This week, our friends over at Mattress Advisor took over SNOOZE to spread some of their wisdom. When you're finished reading, be sure to head on over to mattressadvisor.com to learn more!
Our bedroom is meant to be our sleep sanctuary. The place we retreat after a long day. A space for rest and rejuvenation. Yet, we often lose sight of the purpose of this room. We bring in TVs, computers, exercise equipment, and before you know it, this room becomes associated with an activity, not rest.
Without proper boundaries, our bedroom will become a place that stimulates rather than relaxes. Before we can optimize our room for better sleep, we need to set our intentions straight. Bedrooms are for sleep, sex and snuggles. Nothing else.
If you are ready to invest in your bedroom by optimizing the space for better sleep, here are seven easy (and stylish) tips for transforming your room.
1. Kiss the clutter goodbye
Research shows clutter stresses us out, literally. In fact, one study by UCLA found physical clutter overloads your senses, triggering a stress response. You have enough stressors in your life, you don’t need it from a messy room too.
Take a quick glimpse around your room. Is there anything you can get rid of? If you aren’t sure, ask yourself these three questions:
Do I want it?
Do I use it?
Do I need it?
A good rule of thumb for managing clutter is to get rid of something every time you add something new.
2. Splurge on your sleeping structure
We spend an average of 27 years in bed over the course of our lifetime, making our mattress arguably the most important piece of furniture we could splurge on. If you tend to wake up with aches or pains, or you notice a sag towards the middle of the bed, it may be time to bite the bullet and go shopping.
However, your mattress isn’t the only thing to consider. Take a look at your bedding accessories too. We’re talking sheets, pillows and everything in between. Your sleeping structure as a whole impacts the quality of sleep you get. Make sure your bed is the sleep cocoon you long to curl up in the come nighttime. With Primary’s french linen sheets, you’ll never want to get out of bed.
3. Consider the color
Believe it or not, color has a psychological impact on our mood. It’s true. When optimizing your room for better sleep, stick to neutral hues and blues. These colors are scientifically proven to calm and relieve tension. Whereas, warm colors are known to energize and stimulate.
4. Be Intentional about the light
Our bodies are designed to respond to light. After all, before alarm clocks were around, the sun was responsible for telling our bodies when it was time to wake up. Even now, our bodies are still hardwired to respond to the sun’s wake-up call. That’s because of the light-sensitive cells in our eyes that trigger our body’s internal clock which monitors our sleep-wake cycle.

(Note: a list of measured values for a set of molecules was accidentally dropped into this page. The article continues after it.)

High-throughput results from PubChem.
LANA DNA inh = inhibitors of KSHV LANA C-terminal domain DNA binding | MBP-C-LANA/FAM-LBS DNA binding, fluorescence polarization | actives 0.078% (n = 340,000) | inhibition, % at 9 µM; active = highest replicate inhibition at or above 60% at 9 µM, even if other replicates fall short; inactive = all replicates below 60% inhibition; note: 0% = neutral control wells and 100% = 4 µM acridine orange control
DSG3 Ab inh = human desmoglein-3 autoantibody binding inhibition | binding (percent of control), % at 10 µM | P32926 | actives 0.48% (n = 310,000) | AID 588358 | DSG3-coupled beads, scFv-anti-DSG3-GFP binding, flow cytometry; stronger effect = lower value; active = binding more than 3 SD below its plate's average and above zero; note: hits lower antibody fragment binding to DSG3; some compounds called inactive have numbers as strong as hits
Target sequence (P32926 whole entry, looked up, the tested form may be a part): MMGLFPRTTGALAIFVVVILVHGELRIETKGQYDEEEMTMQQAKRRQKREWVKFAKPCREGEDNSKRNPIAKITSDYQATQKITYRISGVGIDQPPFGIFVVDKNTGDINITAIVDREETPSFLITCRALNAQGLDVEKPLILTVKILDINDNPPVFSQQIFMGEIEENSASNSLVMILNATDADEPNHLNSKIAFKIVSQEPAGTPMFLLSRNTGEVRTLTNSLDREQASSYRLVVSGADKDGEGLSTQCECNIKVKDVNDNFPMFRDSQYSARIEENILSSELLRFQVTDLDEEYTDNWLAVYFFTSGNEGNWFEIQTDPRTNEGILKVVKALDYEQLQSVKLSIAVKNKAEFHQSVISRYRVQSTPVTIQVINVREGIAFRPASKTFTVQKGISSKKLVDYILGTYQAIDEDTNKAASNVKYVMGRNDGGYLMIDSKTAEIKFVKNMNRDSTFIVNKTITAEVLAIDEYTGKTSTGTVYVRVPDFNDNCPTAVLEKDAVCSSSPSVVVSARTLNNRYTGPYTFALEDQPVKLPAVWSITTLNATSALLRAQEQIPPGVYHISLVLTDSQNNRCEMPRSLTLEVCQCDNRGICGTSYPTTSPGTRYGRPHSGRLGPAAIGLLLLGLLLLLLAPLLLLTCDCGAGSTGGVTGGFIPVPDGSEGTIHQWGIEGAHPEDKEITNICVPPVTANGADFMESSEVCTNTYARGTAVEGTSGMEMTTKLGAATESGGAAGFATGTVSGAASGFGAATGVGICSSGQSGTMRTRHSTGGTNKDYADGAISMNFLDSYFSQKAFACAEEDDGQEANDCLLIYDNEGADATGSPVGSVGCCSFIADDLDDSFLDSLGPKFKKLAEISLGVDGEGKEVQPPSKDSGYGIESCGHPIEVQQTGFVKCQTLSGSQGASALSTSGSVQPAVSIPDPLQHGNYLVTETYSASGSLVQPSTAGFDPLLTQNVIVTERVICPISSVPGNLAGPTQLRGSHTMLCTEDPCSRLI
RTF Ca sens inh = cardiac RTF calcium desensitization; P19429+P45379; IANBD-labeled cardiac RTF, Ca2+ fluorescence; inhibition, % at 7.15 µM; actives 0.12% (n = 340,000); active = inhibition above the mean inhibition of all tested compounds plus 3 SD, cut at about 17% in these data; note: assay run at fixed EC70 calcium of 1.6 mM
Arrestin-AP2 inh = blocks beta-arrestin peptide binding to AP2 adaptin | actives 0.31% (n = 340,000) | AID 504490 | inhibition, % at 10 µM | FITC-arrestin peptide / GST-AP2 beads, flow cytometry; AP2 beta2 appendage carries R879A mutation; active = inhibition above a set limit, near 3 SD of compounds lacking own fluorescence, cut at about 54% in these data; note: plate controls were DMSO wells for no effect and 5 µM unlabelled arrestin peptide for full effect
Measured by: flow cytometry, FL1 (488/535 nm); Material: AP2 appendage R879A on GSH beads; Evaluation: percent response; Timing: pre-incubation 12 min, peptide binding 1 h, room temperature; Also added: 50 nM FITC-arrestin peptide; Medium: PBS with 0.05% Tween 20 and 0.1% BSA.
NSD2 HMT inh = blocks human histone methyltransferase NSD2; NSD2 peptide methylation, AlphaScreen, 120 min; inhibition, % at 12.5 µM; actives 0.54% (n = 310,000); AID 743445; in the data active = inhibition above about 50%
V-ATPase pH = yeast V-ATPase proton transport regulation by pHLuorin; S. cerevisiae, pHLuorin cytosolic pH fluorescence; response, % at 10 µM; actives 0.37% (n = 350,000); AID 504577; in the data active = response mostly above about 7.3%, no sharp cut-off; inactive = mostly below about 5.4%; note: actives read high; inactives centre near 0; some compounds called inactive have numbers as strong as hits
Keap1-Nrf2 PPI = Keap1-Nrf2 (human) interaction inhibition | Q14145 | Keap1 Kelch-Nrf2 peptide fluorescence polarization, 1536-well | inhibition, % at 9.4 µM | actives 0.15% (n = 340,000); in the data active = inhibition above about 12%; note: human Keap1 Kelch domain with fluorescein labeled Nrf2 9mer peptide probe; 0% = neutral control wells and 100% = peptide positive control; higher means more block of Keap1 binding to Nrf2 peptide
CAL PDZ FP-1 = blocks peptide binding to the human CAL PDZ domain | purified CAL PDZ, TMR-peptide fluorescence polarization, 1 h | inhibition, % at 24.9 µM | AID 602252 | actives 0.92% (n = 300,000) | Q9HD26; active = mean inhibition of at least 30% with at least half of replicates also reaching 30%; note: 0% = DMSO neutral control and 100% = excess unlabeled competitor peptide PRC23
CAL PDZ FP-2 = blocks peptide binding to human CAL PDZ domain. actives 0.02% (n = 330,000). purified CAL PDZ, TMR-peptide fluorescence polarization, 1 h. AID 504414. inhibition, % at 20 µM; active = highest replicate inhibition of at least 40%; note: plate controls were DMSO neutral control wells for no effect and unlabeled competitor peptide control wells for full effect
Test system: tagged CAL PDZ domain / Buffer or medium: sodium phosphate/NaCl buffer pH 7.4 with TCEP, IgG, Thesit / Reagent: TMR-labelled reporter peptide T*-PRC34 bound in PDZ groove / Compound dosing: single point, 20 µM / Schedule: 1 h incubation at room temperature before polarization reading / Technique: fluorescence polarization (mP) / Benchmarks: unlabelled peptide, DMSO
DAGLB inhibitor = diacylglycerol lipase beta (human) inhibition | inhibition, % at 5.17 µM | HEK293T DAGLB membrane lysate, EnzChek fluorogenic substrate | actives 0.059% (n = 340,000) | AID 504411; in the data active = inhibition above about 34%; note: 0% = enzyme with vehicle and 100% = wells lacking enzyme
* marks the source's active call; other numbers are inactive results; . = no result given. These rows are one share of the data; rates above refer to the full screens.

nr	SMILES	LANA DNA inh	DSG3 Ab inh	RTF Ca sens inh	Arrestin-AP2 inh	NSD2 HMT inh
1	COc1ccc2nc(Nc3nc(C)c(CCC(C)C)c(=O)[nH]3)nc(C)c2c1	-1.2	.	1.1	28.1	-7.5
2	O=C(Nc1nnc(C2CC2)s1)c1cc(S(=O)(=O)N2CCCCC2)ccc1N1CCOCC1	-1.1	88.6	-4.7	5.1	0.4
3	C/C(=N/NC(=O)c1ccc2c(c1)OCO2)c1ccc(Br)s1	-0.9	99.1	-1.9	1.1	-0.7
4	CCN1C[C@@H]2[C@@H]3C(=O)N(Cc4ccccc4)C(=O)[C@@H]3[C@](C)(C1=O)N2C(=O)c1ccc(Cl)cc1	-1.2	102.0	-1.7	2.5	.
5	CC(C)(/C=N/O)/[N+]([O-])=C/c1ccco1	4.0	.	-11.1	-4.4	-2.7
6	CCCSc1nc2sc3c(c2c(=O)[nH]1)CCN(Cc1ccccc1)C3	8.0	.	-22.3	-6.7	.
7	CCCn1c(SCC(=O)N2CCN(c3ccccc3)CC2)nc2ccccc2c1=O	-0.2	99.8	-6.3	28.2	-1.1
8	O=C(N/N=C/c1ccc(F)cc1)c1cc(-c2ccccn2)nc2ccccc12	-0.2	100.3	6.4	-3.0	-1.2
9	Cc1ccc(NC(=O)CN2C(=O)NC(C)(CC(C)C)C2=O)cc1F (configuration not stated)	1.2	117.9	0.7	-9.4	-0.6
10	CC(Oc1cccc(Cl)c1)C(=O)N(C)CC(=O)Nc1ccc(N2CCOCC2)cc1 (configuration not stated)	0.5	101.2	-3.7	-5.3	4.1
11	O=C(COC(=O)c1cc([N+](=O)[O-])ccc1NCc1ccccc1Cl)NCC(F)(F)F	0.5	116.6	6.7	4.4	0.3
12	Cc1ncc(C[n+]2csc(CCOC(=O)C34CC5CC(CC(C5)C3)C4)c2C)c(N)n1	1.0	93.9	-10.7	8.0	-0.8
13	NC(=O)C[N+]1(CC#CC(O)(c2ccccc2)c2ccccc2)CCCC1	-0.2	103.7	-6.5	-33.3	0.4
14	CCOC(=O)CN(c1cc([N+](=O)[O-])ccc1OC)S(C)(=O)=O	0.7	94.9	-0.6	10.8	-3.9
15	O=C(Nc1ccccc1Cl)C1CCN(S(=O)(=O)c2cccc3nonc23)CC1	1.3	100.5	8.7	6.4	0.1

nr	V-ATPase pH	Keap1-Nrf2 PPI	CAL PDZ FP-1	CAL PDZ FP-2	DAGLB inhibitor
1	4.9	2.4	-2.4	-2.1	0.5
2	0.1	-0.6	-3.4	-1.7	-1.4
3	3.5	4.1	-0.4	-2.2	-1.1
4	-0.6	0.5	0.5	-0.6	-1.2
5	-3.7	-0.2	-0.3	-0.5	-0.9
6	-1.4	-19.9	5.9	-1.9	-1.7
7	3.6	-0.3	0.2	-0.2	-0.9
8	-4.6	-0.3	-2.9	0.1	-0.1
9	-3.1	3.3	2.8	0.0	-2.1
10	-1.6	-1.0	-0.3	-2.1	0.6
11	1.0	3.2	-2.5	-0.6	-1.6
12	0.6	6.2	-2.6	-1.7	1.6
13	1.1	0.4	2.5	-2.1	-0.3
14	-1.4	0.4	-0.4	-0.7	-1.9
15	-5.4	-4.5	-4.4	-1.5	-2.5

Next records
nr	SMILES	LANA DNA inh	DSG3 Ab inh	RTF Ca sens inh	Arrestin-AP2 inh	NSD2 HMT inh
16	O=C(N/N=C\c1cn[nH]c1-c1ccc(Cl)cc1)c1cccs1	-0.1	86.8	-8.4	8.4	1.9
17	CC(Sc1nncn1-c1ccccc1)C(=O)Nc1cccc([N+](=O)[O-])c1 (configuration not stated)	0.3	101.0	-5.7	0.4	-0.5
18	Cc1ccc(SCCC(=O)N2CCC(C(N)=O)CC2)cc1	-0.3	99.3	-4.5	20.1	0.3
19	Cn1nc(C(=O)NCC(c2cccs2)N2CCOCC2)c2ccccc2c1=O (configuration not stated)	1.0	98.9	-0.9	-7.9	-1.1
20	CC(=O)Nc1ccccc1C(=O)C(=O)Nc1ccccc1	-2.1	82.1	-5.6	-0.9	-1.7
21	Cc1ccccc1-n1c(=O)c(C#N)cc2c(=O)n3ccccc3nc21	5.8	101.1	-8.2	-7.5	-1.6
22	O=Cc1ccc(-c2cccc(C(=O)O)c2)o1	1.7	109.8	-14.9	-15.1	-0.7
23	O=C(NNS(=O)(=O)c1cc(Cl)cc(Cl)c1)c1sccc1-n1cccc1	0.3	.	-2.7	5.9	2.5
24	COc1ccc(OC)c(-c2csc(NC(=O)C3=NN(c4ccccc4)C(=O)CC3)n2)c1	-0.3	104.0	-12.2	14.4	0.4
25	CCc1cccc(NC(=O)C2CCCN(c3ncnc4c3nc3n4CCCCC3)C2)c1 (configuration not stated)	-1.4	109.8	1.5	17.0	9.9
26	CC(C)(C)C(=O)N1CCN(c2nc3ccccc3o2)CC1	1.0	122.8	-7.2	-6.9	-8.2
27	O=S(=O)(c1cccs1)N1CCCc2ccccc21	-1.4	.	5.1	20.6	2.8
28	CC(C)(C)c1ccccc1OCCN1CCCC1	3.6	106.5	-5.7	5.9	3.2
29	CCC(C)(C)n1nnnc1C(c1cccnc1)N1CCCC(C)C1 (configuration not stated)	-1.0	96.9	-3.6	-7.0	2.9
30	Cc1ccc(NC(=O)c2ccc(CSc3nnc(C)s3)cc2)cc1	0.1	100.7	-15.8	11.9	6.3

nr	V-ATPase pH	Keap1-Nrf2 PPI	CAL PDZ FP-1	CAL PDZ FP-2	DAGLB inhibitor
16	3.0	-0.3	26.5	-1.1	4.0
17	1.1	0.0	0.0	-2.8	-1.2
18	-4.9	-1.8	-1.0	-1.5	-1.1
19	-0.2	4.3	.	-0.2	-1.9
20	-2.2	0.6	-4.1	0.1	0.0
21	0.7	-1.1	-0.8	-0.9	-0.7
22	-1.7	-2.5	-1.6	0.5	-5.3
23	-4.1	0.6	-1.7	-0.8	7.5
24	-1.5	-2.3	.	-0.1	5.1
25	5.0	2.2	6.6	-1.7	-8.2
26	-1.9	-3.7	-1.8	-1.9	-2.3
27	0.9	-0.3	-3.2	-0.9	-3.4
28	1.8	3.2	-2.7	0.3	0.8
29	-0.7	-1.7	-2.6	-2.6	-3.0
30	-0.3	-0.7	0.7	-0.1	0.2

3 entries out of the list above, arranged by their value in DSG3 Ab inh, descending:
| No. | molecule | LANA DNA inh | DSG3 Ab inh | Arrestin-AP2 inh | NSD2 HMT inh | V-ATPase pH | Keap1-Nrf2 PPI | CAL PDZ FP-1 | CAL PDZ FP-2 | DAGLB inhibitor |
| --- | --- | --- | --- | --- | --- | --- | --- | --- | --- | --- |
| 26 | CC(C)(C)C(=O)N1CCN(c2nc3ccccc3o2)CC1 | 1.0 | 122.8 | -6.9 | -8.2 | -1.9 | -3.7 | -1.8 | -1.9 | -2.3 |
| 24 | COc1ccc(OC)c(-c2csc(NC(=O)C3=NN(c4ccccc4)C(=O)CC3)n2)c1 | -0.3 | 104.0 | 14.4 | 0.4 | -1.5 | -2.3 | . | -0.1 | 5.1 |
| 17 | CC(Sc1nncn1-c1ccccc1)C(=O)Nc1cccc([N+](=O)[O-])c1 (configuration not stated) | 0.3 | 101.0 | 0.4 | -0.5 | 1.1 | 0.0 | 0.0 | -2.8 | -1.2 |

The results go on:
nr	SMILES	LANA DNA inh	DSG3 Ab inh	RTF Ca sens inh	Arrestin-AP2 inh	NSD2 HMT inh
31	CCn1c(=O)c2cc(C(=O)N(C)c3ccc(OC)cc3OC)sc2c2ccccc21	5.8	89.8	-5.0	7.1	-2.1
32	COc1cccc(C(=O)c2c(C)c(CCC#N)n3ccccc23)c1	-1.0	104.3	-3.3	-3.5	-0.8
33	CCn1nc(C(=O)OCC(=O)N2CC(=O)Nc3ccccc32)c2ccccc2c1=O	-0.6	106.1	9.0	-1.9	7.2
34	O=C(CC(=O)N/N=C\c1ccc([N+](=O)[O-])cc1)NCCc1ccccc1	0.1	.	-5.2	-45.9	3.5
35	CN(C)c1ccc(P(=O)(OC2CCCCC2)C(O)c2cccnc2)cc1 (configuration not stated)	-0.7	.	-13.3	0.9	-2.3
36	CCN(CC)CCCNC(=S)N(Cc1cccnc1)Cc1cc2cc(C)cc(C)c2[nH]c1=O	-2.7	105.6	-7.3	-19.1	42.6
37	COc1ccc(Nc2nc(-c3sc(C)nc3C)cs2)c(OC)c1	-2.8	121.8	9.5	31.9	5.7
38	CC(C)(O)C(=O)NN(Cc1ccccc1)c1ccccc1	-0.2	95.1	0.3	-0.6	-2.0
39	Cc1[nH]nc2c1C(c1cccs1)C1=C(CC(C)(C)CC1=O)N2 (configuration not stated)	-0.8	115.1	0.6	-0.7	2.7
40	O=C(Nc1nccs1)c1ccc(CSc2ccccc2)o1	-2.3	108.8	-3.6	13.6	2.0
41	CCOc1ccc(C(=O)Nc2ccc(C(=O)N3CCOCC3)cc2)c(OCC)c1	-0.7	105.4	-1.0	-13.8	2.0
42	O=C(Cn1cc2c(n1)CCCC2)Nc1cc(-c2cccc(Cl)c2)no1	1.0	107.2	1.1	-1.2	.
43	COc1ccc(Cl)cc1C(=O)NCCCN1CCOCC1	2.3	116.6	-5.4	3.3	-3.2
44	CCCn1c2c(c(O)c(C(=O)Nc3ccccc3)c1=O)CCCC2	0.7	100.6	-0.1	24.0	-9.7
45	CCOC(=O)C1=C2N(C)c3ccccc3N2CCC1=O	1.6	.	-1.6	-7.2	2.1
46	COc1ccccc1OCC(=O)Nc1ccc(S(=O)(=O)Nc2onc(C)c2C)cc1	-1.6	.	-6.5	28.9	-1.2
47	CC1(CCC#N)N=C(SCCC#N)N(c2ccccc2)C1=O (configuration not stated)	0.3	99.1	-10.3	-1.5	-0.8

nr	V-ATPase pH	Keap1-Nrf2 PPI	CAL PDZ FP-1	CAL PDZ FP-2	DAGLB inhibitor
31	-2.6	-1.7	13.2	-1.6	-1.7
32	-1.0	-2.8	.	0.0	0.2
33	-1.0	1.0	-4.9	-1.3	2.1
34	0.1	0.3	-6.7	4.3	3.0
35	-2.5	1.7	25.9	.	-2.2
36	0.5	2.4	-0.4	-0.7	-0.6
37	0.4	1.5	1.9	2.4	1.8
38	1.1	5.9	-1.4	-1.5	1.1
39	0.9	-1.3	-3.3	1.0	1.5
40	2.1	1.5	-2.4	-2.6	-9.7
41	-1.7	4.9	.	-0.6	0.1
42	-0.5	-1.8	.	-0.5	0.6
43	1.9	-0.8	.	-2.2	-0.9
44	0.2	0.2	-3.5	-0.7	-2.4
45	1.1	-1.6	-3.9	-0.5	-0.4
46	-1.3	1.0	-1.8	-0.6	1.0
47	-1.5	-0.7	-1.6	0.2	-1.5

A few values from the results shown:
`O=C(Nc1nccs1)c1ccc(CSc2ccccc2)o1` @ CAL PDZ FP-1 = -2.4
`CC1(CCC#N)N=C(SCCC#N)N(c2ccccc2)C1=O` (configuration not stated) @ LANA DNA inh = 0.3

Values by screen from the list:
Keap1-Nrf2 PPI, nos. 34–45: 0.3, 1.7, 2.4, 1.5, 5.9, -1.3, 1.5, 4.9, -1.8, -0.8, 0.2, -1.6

To eliminate light pollution from streaming in throughout the night or to block out the early-morning light, consider hanging block out curtains.
You can also create a peaceful ambiance by the lighting choices you make in the bedroom. Harsh, fluorescent lighting is not ideal for a sleep oasis. Compact Fluorescent Bulbs (CFBs) also emit blue light which interferes with your sleep quality. Use soft, ambient lighting with incandescent bulbs to create the perfect sleep haven to help you wind down in the evenings.
5. Nix the noise
The optimal sleep environment is a quiet one. Although you may live in a city laden with noise pollution, there are some internal sources of noise you have control over, even if you can’t control the outdoors.
It may not be practical to restructure the foundation of your walls and windows to block out sound, but you can consider the room’s layout in relation to noise. Does your bedroom share a wall with the laundry room or the exterior of the house? If so, try moving your bed away from that wall. Another suggestion is to avoid running appliances, like the washer, at night to eliminate unnecessary disturbances. If you still can’t seem to solve the noise problem, try using a white noise machine or earplugs to mask the noise.
6. Turn down the temp
At night our core body temperature drops one to two degrees to help us fall and stay asleep. In an optimal sleep environment, you should set the room temperature to around 65 to 68 degrees. It’s okay to pile on blankets. Even just exposing your head to the cool temps will keep your body temperature low.
7. Add some foliage
Not only plant the perfect stylish addition to any room, they are scientifically proven to lower blood pressure and reduce stress. Even better? Indoor plants actually improve indoor air quality. A study by NASA found that indoor plants absorb harmful toxins in the air through their leaves and roots and act as a sort of air filter removing carbon and increasing oxygen levels.
Improved air quality leads to improved sleep quality. That’s because air pollution causes irritation, swelling, and congestion of the airways which can interrupt breathing
Interior design goes far beyond looks. It’s about functionality. Now you can sleep easy at night knowing your room is helping you get your best sleep possible!
Article by Elizabeth Henn of The Mattress Advisor